Don’t get me wrong.....there are a lot of devices still generating single-digits worth of KB of data monthly.  However, the real explosion in the amount of data (thanks to better 3G/4G coverage and pricing) has been in complex deployments such as automotive, heavy machinery and video surveillance.

Prediction #6 - One reasonable and one wild prediction on M2M’s ROI capability

First, the reasonable one: Logica predicts that there will be a 25-30% annual growth rate for M2M solutions in the next year or so.  Based on my thoughts above, I think this is quite reasonable.  In fact, it may be low.....many customers are looking for not only the benefits of an M2M solution but are very interested in having it be done in a turn-key manner....so, this may be a light prediction when it is all said and done.

Now, for the wild prediction:  Ideal life has made a pretty bold claim, namely that each dollar invested in M2M will return over $7.50.  Since it does not give a timeline, we will have to assume that it is based on 5-8 years or so (which is about the traditional length of time that most solutions are installed for).  While I think the top-line part (i.e. the return part) may not be farfetched, I would guess that they are underestimating the TCO (total cost of ownership) to arrive at this number.  For some solutions, the upfront costs are only a small part of the overall cost over the life of the solution because one needs to factor in training costs, support costs, deployment and maintenance costs and much more.  Again......if these numbers are accurate, that is great, as it very much bodes well for our space, I just suspect that they are a bit too optimistic.

Prediction #7 - Four Big challenges to hitting these goals

This is the most bang-on part of the document.  I totally agree with their 4 choices:

1. Consolidation of offers

At this point, I admit that I would not want to be a decision maker deciding on an M2M solution, and that is sad for me to say.  I think there are such a wide variety of offers (many of which are proprietary, which locks you in long-term) and it would be very confusing.  I think we need to see both an overall consolidation of companies (which is inevitable) and a consolidation of offers (to remove some of the stand-alone nature of many of the solutions and to increase interoperability).  Everyone always wants choice, but sometimes, there really can be too much choice!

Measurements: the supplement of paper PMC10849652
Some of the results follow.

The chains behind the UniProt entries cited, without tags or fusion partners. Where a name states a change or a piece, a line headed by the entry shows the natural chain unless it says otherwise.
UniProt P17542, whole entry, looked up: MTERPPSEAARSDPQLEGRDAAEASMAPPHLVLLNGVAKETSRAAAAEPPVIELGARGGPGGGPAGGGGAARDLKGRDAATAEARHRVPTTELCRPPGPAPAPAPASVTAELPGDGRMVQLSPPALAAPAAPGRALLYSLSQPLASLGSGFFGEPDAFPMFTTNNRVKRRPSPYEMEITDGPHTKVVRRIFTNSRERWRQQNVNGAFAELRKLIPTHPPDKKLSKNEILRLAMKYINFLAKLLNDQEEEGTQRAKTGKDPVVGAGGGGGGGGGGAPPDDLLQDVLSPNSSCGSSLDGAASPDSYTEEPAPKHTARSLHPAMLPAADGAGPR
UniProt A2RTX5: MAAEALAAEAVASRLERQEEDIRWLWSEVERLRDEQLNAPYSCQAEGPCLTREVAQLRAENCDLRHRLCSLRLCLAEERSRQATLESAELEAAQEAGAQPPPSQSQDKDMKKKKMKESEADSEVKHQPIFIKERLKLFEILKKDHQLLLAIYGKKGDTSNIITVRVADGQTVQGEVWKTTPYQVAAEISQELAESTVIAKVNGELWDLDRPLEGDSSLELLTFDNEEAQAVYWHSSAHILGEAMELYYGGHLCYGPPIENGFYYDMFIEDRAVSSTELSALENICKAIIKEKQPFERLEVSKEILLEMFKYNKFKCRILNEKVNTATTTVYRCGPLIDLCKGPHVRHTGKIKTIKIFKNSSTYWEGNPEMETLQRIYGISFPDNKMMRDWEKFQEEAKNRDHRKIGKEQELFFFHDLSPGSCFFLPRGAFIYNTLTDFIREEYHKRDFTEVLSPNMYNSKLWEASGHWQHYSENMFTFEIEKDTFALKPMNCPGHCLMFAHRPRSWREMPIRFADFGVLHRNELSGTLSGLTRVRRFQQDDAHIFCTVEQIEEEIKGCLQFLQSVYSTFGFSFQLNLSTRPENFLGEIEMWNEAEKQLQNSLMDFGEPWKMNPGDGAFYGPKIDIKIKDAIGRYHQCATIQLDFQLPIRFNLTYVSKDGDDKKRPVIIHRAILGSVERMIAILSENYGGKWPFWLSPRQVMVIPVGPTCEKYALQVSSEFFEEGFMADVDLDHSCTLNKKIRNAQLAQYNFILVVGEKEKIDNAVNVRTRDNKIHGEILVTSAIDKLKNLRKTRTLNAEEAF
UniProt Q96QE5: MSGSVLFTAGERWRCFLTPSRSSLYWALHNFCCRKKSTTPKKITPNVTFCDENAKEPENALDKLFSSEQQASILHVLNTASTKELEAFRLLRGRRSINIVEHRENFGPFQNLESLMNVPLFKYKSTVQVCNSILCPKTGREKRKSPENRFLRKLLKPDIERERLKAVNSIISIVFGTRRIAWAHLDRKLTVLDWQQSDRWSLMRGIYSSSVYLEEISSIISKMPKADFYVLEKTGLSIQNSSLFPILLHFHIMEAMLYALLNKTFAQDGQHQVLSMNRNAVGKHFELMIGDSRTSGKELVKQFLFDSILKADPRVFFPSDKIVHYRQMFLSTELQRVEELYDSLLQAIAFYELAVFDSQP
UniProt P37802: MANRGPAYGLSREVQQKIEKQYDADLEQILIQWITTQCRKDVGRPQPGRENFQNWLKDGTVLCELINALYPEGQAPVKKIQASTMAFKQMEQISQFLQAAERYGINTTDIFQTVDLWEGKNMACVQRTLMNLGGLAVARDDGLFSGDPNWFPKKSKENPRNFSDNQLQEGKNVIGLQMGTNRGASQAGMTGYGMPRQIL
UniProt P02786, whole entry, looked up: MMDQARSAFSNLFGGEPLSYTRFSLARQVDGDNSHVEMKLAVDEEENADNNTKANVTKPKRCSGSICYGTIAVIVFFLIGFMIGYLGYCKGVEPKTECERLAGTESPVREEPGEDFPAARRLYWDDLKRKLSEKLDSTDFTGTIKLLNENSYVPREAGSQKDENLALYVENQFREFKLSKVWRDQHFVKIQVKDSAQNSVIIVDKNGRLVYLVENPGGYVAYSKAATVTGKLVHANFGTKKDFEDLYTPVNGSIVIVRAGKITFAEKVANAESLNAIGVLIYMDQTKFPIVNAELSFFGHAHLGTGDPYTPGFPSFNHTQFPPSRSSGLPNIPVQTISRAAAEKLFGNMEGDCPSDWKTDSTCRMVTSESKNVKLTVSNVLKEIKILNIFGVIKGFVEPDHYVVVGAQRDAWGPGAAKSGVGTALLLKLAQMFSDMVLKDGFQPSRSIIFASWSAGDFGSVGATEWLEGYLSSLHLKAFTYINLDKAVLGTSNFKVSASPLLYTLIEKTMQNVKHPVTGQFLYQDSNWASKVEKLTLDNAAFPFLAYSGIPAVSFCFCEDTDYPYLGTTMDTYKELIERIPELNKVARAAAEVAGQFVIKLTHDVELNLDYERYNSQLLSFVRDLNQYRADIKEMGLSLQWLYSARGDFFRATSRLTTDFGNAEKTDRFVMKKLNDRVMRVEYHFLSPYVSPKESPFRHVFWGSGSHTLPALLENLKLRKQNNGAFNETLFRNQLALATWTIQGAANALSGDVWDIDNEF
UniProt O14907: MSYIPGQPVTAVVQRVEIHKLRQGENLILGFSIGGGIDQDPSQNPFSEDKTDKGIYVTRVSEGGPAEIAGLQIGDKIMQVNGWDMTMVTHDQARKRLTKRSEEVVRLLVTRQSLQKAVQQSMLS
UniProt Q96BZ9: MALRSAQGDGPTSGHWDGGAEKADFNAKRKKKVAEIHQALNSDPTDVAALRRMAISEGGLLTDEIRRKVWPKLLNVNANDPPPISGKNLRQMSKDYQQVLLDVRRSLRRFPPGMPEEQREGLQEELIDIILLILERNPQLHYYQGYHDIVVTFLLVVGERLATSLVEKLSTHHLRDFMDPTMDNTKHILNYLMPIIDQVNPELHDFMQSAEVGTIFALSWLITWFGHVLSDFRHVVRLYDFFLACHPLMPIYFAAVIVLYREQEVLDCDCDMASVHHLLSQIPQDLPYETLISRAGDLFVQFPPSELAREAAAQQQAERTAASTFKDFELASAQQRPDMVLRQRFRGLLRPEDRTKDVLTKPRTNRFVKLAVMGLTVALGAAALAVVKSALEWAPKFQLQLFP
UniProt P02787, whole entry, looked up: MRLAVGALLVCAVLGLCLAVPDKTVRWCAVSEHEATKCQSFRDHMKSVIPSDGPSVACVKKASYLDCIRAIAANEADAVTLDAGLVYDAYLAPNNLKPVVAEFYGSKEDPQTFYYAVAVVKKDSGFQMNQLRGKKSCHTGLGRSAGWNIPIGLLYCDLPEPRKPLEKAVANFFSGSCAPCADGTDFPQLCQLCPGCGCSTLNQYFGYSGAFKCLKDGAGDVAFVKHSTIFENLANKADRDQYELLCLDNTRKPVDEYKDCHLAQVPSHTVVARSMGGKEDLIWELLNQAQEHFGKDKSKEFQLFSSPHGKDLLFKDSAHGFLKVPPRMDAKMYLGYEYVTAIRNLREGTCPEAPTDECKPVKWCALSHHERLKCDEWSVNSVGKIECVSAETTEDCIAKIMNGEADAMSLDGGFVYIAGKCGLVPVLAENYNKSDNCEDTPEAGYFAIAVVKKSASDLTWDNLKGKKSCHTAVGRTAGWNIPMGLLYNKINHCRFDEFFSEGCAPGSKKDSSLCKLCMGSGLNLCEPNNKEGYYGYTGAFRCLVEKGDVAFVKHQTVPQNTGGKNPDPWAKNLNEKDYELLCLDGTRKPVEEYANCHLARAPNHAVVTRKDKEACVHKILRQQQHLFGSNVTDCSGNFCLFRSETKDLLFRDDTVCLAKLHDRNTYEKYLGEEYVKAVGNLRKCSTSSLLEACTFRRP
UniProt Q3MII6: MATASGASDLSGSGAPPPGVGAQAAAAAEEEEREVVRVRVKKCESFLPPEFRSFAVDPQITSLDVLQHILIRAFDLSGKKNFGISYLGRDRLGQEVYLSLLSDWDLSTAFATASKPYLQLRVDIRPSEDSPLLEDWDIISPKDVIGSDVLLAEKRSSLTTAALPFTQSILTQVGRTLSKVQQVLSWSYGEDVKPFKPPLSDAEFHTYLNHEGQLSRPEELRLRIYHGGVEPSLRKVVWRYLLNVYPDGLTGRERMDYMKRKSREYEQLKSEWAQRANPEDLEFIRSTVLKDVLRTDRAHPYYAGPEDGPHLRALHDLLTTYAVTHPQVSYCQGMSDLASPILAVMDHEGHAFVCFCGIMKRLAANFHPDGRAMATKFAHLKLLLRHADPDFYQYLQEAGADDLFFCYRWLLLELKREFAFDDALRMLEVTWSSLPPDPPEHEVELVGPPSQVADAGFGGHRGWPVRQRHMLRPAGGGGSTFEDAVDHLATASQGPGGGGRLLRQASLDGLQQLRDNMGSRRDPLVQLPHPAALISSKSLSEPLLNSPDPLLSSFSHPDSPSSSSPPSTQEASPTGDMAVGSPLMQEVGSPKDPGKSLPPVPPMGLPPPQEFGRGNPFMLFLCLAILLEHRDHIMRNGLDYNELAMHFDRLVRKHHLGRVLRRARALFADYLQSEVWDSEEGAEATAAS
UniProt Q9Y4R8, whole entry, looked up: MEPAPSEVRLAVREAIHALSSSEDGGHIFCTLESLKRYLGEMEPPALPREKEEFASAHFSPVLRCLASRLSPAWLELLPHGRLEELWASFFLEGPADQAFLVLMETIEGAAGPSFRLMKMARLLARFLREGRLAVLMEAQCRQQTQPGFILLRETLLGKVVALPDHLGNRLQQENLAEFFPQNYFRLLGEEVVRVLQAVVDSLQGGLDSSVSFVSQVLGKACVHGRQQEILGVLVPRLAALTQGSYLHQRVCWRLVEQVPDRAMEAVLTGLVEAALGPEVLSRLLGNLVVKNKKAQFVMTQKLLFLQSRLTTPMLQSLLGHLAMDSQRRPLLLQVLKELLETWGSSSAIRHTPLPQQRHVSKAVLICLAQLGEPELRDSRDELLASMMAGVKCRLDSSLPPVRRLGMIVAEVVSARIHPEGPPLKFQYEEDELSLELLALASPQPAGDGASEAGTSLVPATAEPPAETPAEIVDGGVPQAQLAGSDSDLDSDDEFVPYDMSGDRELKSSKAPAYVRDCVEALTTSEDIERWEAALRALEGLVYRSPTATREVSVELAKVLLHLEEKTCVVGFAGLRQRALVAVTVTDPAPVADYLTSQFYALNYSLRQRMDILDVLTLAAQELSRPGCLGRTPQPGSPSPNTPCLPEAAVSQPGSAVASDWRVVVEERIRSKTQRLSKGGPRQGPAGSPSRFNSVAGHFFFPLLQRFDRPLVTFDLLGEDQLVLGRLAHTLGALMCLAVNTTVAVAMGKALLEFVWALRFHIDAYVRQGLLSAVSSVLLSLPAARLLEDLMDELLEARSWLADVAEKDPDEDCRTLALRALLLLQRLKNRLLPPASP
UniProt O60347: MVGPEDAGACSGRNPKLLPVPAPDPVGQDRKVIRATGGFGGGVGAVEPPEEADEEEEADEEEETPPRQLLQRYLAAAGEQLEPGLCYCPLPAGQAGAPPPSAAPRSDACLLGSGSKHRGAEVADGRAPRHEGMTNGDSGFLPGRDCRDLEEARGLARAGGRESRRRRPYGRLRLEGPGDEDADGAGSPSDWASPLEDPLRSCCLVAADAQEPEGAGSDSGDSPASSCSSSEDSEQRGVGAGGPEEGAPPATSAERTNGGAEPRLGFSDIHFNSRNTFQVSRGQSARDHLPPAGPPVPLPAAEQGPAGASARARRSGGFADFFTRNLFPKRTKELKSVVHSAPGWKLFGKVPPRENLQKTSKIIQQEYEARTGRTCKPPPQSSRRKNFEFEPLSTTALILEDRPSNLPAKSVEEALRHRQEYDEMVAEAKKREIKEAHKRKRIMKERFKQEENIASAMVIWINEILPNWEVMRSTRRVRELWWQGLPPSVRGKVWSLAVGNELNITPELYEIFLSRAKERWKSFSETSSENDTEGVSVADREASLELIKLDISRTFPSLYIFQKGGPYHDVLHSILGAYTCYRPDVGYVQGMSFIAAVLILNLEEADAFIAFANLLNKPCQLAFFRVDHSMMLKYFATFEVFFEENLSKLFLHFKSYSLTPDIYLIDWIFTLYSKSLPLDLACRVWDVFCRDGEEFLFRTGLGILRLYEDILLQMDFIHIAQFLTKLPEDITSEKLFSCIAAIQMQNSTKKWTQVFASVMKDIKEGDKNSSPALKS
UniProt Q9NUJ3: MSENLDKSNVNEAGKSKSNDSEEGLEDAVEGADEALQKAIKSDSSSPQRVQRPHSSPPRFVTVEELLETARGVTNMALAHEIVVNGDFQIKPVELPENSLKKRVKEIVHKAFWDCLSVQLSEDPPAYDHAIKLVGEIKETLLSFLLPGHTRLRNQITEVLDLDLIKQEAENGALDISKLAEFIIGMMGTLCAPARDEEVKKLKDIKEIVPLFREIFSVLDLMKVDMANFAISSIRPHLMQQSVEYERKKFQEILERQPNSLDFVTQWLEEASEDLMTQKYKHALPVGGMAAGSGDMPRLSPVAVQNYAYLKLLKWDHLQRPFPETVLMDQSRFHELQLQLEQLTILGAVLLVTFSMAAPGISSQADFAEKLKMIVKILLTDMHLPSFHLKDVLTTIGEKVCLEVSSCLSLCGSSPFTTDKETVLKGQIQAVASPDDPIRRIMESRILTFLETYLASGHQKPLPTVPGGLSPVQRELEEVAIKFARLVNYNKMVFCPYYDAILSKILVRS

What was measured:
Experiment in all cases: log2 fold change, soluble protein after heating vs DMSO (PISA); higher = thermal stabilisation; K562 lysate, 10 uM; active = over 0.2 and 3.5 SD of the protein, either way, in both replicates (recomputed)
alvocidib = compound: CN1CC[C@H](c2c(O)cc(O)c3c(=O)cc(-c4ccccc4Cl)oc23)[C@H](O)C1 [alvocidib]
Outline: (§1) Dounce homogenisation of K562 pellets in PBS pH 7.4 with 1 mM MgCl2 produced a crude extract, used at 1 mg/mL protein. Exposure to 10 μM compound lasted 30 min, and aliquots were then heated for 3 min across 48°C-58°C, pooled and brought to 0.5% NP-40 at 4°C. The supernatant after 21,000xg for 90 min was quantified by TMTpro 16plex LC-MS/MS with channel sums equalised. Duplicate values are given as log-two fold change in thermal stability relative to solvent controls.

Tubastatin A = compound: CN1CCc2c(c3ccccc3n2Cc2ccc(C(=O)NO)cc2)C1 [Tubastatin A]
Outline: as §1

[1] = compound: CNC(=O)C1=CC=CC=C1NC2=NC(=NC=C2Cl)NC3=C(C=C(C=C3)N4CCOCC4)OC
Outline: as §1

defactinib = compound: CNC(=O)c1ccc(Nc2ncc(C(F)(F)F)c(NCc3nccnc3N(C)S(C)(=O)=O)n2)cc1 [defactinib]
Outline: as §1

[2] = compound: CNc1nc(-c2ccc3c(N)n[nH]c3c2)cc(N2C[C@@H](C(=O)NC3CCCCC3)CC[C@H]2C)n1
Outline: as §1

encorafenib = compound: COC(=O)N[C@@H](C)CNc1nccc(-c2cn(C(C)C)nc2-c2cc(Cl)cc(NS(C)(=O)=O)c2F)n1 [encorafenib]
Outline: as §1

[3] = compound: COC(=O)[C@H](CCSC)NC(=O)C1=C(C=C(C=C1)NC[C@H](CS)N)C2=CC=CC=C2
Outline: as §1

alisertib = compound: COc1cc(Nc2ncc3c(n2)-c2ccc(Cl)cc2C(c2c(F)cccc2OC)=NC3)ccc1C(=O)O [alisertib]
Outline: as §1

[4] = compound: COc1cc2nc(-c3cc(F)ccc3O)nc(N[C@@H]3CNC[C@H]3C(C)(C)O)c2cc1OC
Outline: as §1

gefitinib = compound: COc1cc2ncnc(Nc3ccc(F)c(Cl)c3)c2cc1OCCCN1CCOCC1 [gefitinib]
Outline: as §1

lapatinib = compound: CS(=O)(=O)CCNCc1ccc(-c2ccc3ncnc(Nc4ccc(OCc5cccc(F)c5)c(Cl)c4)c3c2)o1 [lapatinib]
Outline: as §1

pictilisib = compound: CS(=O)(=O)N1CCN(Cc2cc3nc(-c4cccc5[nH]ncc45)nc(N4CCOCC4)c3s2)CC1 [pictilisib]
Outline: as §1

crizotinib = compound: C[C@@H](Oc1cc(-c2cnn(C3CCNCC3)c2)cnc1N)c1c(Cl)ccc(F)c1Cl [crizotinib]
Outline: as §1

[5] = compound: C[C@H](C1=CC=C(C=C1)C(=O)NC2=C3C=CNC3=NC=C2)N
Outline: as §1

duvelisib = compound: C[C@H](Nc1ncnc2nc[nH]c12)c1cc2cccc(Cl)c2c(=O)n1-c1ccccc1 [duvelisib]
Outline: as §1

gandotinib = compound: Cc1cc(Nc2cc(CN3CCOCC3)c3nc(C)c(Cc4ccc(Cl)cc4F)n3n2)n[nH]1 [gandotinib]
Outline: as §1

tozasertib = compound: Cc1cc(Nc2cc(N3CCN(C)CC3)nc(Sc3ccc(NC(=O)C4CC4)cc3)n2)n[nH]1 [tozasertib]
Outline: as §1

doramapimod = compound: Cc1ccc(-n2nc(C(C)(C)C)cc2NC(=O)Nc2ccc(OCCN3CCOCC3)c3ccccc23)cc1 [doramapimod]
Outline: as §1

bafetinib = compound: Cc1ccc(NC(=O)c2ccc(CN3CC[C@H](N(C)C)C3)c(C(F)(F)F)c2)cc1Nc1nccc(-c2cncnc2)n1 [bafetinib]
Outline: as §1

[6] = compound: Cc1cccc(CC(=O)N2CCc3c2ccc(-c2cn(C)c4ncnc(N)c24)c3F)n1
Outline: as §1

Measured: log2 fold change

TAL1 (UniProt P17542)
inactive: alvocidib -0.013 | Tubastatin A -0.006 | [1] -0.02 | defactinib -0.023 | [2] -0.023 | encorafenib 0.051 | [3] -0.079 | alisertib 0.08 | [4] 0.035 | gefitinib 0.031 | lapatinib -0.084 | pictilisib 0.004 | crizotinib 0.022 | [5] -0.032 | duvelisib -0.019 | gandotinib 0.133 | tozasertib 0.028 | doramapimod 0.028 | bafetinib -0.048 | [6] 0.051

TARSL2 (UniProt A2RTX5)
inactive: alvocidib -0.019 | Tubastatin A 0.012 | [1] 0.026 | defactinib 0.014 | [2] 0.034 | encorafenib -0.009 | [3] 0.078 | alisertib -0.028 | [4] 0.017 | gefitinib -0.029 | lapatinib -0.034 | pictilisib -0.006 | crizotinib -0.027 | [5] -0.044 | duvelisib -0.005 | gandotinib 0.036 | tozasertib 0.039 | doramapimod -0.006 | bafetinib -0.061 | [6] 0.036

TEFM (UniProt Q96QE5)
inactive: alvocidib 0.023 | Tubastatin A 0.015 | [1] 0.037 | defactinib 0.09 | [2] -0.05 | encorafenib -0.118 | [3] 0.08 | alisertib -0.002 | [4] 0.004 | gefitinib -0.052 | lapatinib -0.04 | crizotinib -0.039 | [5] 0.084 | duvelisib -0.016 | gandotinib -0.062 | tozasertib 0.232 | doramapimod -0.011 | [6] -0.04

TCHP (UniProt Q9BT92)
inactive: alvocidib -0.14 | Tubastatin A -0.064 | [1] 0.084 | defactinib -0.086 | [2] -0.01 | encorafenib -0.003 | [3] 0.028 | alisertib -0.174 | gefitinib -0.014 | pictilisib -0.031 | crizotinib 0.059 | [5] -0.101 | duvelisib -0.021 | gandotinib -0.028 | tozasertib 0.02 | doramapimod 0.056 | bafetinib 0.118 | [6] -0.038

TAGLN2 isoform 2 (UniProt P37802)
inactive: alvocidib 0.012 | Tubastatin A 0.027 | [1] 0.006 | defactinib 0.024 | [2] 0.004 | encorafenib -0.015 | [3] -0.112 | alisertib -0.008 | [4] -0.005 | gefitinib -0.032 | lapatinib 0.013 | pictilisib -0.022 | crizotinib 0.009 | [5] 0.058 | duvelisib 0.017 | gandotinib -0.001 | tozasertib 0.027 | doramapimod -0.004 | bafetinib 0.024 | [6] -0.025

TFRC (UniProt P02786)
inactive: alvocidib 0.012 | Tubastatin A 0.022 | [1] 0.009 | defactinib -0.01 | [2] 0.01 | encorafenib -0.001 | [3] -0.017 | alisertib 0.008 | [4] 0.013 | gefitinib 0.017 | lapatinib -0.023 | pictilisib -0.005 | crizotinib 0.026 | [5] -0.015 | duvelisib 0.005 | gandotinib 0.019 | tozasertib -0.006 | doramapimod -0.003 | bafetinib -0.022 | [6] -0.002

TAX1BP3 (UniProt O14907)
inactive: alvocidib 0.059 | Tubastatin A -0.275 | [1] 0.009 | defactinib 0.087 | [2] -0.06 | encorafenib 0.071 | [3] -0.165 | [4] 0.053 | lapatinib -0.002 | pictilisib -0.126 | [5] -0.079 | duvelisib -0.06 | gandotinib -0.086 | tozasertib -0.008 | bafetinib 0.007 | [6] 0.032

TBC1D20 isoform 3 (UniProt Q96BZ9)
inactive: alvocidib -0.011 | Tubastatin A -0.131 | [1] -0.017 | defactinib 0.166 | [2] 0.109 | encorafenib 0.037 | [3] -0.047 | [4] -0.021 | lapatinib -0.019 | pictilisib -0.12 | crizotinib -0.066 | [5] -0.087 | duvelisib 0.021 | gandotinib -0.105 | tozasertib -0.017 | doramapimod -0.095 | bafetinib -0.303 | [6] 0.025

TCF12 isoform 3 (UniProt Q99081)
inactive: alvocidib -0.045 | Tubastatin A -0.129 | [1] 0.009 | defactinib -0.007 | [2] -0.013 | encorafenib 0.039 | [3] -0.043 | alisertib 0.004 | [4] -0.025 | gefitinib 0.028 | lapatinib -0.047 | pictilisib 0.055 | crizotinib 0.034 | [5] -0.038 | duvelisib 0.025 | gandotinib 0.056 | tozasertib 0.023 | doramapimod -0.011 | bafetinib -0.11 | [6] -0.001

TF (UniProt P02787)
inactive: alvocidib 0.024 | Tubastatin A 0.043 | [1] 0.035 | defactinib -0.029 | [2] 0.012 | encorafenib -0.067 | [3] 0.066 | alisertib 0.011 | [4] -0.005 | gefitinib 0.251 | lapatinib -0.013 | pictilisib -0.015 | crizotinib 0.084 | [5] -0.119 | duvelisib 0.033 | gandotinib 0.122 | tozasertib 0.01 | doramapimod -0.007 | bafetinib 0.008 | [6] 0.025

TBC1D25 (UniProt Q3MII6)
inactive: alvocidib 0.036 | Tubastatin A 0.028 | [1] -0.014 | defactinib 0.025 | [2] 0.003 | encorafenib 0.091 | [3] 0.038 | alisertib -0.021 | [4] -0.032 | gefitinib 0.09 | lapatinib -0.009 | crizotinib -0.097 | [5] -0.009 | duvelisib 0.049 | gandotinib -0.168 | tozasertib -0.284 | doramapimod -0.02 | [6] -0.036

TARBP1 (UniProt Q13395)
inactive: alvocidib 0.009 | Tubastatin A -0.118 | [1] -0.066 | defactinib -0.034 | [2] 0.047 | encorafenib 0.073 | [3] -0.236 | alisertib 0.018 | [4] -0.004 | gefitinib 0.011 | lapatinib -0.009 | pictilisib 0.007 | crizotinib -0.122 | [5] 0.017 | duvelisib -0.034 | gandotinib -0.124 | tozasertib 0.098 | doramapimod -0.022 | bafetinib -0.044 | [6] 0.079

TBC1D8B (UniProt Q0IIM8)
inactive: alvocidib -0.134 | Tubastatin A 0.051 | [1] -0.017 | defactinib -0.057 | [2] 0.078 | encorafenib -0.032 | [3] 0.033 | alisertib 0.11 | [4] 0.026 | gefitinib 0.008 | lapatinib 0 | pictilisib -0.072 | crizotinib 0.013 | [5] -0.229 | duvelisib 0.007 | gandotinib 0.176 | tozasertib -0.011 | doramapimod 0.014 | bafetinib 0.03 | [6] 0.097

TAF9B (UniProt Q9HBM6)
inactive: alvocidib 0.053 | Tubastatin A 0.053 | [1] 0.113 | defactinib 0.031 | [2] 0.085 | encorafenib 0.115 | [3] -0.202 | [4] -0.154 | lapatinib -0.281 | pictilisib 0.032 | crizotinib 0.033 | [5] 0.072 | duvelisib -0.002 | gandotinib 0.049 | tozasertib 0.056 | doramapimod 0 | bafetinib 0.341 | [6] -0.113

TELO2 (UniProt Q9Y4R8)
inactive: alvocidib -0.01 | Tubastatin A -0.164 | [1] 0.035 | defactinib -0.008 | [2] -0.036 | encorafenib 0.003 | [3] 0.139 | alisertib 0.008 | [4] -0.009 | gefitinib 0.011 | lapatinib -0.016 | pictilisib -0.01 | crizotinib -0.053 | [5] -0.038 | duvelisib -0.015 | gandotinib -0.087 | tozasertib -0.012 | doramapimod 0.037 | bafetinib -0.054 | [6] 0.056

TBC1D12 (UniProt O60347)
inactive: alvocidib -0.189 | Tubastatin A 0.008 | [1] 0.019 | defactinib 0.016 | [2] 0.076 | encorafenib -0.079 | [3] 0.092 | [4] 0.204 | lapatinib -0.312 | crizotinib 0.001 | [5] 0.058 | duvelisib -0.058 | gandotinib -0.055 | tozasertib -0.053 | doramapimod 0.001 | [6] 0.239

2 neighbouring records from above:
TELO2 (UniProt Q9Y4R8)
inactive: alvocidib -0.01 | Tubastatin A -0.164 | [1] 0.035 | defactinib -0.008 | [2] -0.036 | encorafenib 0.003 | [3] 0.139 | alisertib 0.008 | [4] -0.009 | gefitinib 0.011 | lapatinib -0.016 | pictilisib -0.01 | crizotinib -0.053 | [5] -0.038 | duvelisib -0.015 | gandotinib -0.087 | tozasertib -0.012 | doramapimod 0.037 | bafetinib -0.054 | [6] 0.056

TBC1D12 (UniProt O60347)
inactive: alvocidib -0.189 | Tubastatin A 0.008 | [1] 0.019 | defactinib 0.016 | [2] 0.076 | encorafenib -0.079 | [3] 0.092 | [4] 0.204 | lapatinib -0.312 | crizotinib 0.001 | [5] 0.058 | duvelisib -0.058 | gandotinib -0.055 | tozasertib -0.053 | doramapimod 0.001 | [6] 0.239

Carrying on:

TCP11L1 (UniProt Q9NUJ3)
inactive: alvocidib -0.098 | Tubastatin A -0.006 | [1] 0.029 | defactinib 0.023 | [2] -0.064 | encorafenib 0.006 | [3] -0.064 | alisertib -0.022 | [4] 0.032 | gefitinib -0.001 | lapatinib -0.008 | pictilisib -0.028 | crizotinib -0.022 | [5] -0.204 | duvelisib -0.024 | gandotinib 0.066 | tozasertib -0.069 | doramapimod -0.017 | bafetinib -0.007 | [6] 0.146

2. Standardization of technologies

Ok, I will keep the soap-box in the closet on this one.  I have spent a lot of time hitting my keyboard describing how the M2M space needs to develop some standard protocols (such as communicating with devices and interoperability between M2M platforms).

3. Platform for Innovation

This was the one that I wasn’t totally sure what they were referring to.  What I think they mean is that we need to continue to provide easy tools for those who have the innovating ideas to be able to quickly get solutions to market.  I think that it also may indirectly refer to the Venture Capital world, in that VC companies will need to be responsive and open to funding M2M growth initiatives (which I think they definitely are).

4. Selling it to consumers

In the world of the Internet, are you ever really alone (or is any of your data ever really private)?  This is a legitimate fear for many people, and the idea of sharing much, much more of your life online (your electricity usage, the weight of garbage in your garbage can, etc) is a scary concept.  This is an area that the M2M space must work on before we will see mass consumer adoption.  As well, I think that consumers need to be shown the benefits of M2M much better than they are today.  One can easily understand how a company can benefit from using M2M solutions (better information from the field = lower costs, differentiation vs. their competitors and more productivity).....but what is in it for the consumer?  They need to be educated on how it will reduce downtime, how it will improve customer service and how it will better improve their life (better traffic data for shorter drives, etc).

The bottom line

There were a couple of “aggressive” predictions quoted in this document, but in general, I think it is one of the better forecast documents we have seen.  Regardless of how accurate it may be, there is no doubt that all of us in the M2M space are in for a bumpy ride as we see our space growing like never before.